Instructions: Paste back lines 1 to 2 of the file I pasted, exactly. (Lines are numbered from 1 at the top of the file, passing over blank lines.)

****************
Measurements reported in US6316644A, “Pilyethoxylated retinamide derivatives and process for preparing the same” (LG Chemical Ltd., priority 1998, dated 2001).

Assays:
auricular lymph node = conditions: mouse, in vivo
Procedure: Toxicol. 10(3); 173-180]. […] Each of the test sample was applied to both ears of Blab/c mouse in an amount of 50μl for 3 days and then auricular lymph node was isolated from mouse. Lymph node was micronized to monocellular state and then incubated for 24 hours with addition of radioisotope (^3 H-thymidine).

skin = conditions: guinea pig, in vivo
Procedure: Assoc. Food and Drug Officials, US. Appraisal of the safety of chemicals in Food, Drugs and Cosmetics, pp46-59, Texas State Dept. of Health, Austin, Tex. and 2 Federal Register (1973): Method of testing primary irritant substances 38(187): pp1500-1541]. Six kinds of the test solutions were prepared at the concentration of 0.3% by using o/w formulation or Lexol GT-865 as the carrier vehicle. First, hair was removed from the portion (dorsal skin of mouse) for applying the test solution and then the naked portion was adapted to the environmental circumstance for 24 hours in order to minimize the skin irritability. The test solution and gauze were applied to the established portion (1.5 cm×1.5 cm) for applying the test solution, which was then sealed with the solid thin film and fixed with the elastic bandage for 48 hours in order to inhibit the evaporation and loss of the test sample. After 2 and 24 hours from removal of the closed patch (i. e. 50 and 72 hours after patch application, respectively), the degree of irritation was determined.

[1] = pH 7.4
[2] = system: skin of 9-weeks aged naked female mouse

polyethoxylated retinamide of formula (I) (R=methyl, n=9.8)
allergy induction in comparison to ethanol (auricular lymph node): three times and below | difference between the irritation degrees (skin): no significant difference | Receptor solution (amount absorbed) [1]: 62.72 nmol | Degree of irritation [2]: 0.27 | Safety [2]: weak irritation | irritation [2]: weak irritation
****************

Measurements reported in US6316644A, “Pilyethoxylated retinamide derivatives and process for preparing the same” (LG Chemical Ltd., priority 1998, dated 2001).

Assays: